We live in a world where an increasing amount of our life has moved to the virtual sphere. In a relatively short amount of time, we’ve gone from taking fifteen minutes to dial into the internet to having instant access in the palm of our hands. From communication to entertainment and shopping, even paying bills – everything is happening online. The cyber-world has made life so much more convenient and staying in touch so much easier. It’s opened geographies and opportunities unimaginable up to now and boosted the spread of information and culture.
However, with the good comes the bad. With more online avenues comes more incidents of crime. Cybercrime is especially insidious because it can target anyone from the common man to celebrities and even entire governments. What’s more, cybercriminals keep getting better, smarter, and more creative.
Still, there are many ways to safeguard yourself from cyberattacks. By being vigilant and taking a few proactive steps, you can ensure your money and other data remain protected. Let’s explore some things you can do to protect yourself from cyberattacks:
How to protect yourself from cyberattacks while online banking
Online banking has made banking extremely convenient. However, online banking carries with it some risks. One of the most common types of cyber scams when it comes to online banking is the theft of your login credentials. This could be done by tricking you into sharing your online banking login and password. The cybercriminal sends you a fake email that looks like it’s from your bank or credit union. You click on the link in the email and are brought to their site where you enter your information.
Another way criminals can access your credentials is through malware. Malware is software that gets installed on your computer without your knowledge that steals important information and data. In the case of online banking, the information would be your username and password. Once the cybercriminals have these details, they can log into your account, transfer funds, and wipe your account clean, effectively robbing you of all your hard-earned savings. To protect yourself from online banking scams and malware here are some tips you should follow:
- Always review and evaluate your bank or credit union’s online policies. Know the type of information your bank or credit union would normally ask you and the channels they’d reach out to you on. For example, a bank employee will never ask you for your password or any kind of OTP information.
- Periodically change your login credentials such as your username and password. Also remember that you should make your password difficult to guess. Include special characters, lower and upper case letters, and numbers when possible. Make sure the numbers you use are random rather than something like your house number or birth year.
- Make sure that your computer is secured. You should set a password for your laptop or desktop computer so that only authorised users can access your data. With new advances in technology, you can even set your face or your fingerprint as your password. This allows you to secure your computer one step further.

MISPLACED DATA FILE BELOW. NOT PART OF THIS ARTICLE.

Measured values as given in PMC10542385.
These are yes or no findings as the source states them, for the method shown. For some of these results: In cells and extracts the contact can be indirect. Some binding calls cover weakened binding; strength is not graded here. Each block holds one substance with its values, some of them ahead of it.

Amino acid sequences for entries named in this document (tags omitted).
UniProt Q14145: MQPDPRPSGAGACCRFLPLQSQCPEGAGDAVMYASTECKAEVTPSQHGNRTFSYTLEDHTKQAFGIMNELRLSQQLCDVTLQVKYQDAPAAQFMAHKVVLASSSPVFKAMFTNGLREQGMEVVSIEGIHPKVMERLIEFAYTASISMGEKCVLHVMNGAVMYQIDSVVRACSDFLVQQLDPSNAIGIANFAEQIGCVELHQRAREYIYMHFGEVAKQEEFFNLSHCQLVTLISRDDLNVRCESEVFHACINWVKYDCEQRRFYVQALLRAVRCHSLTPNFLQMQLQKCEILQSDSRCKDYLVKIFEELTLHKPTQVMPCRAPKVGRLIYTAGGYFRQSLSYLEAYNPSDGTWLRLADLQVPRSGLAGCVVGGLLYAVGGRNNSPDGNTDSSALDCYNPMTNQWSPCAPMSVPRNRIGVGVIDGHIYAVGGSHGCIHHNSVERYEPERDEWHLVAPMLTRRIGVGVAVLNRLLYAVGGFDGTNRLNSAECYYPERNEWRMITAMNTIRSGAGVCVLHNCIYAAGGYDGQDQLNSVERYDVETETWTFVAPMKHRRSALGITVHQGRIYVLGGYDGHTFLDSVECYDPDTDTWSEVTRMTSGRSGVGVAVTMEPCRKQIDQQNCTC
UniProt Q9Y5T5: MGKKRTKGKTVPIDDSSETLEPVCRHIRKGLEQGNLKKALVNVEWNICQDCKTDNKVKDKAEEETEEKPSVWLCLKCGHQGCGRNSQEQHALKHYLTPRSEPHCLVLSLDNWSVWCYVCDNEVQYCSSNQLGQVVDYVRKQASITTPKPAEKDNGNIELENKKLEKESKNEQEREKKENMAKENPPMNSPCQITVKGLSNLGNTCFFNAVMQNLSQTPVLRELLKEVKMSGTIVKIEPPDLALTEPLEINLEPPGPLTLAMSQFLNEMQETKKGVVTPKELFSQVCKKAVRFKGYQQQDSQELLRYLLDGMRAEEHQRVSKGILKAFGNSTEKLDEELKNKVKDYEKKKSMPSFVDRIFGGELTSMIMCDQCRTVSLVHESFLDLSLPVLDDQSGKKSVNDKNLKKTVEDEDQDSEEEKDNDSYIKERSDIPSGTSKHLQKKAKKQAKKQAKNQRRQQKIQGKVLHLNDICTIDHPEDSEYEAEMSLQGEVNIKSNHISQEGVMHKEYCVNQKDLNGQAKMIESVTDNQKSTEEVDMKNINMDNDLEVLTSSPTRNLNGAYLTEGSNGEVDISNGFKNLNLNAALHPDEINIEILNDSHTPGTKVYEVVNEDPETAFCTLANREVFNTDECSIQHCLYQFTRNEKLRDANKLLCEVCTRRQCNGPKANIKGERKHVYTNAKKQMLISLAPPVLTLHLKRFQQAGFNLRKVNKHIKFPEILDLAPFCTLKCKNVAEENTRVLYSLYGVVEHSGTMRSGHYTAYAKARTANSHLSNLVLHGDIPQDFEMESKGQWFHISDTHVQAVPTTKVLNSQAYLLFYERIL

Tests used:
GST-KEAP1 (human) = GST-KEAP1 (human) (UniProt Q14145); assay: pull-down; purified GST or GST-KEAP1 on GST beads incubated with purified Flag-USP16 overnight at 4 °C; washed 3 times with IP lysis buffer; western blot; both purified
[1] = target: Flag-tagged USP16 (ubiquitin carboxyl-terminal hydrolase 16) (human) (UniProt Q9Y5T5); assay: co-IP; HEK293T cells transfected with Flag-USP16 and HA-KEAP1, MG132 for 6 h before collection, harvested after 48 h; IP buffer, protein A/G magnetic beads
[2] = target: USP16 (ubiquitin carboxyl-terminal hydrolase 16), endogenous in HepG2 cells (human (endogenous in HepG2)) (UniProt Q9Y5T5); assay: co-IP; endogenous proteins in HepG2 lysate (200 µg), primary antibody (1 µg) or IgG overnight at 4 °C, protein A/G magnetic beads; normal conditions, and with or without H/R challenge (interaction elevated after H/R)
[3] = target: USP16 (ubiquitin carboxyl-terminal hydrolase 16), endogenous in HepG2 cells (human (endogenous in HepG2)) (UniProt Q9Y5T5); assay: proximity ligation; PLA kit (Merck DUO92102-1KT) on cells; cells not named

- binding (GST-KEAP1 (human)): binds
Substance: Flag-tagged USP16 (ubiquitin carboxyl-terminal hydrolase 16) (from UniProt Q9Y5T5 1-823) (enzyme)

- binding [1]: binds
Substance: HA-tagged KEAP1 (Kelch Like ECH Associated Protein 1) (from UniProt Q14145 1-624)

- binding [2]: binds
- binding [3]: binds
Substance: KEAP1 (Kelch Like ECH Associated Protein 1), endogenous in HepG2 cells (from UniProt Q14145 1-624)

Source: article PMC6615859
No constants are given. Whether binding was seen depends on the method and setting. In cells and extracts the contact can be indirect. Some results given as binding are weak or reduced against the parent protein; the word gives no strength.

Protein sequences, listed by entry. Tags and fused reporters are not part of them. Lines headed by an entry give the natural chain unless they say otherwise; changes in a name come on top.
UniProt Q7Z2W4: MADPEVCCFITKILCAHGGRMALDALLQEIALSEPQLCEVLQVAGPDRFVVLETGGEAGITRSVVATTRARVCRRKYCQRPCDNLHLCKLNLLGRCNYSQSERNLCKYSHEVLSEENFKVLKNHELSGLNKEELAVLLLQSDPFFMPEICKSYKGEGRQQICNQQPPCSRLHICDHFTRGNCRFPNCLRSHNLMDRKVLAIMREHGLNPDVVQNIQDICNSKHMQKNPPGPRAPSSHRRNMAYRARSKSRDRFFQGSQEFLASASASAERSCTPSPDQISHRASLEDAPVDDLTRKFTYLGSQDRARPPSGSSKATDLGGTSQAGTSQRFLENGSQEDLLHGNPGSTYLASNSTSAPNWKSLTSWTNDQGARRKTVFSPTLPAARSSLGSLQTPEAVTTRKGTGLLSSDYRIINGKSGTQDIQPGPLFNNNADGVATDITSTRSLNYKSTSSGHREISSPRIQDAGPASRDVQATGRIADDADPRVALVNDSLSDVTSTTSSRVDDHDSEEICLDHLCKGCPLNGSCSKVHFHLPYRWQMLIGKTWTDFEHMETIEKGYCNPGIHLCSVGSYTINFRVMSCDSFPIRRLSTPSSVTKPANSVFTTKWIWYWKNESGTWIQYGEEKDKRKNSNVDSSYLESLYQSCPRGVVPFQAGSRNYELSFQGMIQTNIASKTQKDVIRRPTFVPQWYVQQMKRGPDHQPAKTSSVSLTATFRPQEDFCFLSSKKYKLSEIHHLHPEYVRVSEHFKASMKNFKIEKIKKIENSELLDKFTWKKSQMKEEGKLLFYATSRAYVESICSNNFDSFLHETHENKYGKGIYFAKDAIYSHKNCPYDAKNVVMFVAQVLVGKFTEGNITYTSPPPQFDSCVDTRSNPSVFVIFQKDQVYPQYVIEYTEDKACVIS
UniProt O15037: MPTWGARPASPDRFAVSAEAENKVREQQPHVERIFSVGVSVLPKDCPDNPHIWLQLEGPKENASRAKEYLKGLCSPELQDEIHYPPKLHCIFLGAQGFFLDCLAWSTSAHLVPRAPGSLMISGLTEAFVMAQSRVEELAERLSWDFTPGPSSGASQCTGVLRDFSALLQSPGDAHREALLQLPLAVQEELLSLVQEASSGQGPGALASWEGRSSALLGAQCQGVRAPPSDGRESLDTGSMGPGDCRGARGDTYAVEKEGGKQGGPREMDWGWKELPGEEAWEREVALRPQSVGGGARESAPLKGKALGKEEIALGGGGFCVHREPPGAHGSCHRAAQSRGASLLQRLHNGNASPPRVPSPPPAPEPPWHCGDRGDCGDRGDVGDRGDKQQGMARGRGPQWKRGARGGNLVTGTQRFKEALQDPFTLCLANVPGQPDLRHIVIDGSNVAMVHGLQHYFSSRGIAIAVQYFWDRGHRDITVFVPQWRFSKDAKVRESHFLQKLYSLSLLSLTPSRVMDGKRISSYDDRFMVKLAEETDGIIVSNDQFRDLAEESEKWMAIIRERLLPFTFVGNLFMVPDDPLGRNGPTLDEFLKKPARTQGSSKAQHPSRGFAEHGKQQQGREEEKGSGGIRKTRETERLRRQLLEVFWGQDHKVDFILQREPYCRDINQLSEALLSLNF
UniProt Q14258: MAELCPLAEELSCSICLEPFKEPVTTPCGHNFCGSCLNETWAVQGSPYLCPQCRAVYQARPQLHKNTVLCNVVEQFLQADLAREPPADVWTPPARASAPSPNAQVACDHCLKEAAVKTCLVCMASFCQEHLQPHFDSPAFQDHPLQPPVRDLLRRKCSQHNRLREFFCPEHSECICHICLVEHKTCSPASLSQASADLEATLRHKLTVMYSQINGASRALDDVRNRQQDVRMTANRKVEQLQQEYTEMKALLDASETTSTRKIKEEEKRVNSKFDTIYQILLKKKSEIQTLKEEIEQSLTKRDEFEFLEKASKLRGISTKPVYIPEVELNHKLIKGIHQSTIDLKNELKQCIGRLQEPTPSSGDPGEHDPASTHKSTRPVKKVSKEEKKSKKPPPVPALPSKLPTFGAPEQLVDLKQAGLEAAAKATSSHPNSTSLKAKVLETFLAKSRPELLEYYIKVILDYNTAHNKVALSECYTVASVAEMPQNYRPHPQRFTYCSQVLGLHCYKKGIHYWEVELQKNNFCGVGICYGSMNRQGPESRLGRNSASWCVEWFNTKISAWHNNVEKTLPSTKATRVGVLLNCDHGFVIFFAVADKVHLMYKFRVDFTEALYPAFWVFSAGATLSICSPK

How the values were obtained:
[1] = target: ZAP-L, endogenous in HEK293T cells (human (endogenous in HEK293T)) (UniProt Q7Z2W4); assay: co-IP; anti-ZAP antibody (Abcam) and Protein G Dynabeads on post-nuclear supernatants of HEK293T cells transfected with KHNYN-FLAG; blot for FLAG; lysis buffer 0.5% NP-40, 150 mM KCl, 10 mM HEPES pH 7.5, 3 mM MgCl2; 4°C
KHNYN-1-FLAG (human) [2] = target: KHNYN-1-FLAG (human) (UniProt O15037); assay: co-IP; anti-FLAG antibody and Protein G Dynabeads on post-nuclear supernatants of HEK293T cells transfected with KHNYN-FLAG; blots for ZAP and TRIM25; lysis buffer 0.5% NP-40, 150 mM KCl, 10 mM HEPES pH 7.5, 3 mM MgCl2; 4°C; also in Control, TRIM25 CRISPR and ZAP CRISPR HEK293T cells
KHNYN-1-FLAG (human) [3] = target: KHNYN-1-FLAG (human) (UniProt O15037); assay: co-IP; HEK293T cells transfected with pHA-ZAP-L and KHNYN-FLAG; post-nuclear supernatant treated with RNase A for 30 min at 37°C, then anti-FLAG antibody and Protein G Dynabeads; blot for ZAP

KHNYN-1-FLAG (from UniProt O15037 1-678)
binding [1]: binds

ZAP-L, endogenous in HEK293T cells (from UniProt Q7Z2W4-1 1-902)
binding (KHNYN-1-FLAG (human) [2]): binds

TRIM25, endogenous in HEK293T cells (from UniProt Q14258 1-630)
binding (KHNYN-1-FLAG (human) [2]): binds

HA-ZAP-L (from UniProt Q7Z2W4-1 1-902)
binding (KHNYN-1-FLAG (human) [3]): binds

- Choose Two-Factor Authentication or 2FA: With two-factor authentication, you will enter your password as usual while making a transaction but will also have to authenticate the transaction using a secondary method. For example, if you decide to pay via online banking when shopping online, you will be redirected to online banking. You’ll receive an OTP (or one-time password) by email or phone (or both). Only after you enter the correct OTP in a limited time will the transaction be successful.
Two-factor authentication is a great way to prevent cybercriminals from making transactions because there is a low chance they will also have access to your email and mobile phone to input the OTP and get doubly authenticated.
- Don’t log into online banking while using public networks. Free Wi-Fi is great when you want to watch videos of cats or conduct research on the worst films of the decade, but not a good idea when you want to conduct any financial business. Public networks such as those available in cafes, tend to be very easy to hack into and are usually unsecured. The chances that everything you do on a public network is being monitored are very high. When it comes to online banking that would mean that hackers could easily copy your sensitive information and use it for their benefit by transferring funds and robbing you of all your money. So, log into online banking only on a secured network. If necessary, use your mobile data, but never conduct online transactions where you need to input your login credentials, account number, or credit and debit card details.
- Check your account balance often. Many times, theft isn’t caught before it’s too late, making it difficult to take action against it. If you aren’t checking your account balance, you may not realize that there were some unusual transactions that took place or that your account is missing money that you did not spend. To prevent this scenario, make sure you’re checking your account balance regularly.
- Always check statements and emails from your bank or credit union. Staying on top of account statements and correspondence from your credit union will help you to quickly spot any discrepancies and to alert the right authorities. You will also be able to keep an eye on any new policies that your bank shares information about or anything else they need you to know without delay. Seeing what your credit union’s emails typically look like also enables you to spot fake phishing emails sent by malicious third parties pretending to be your bank.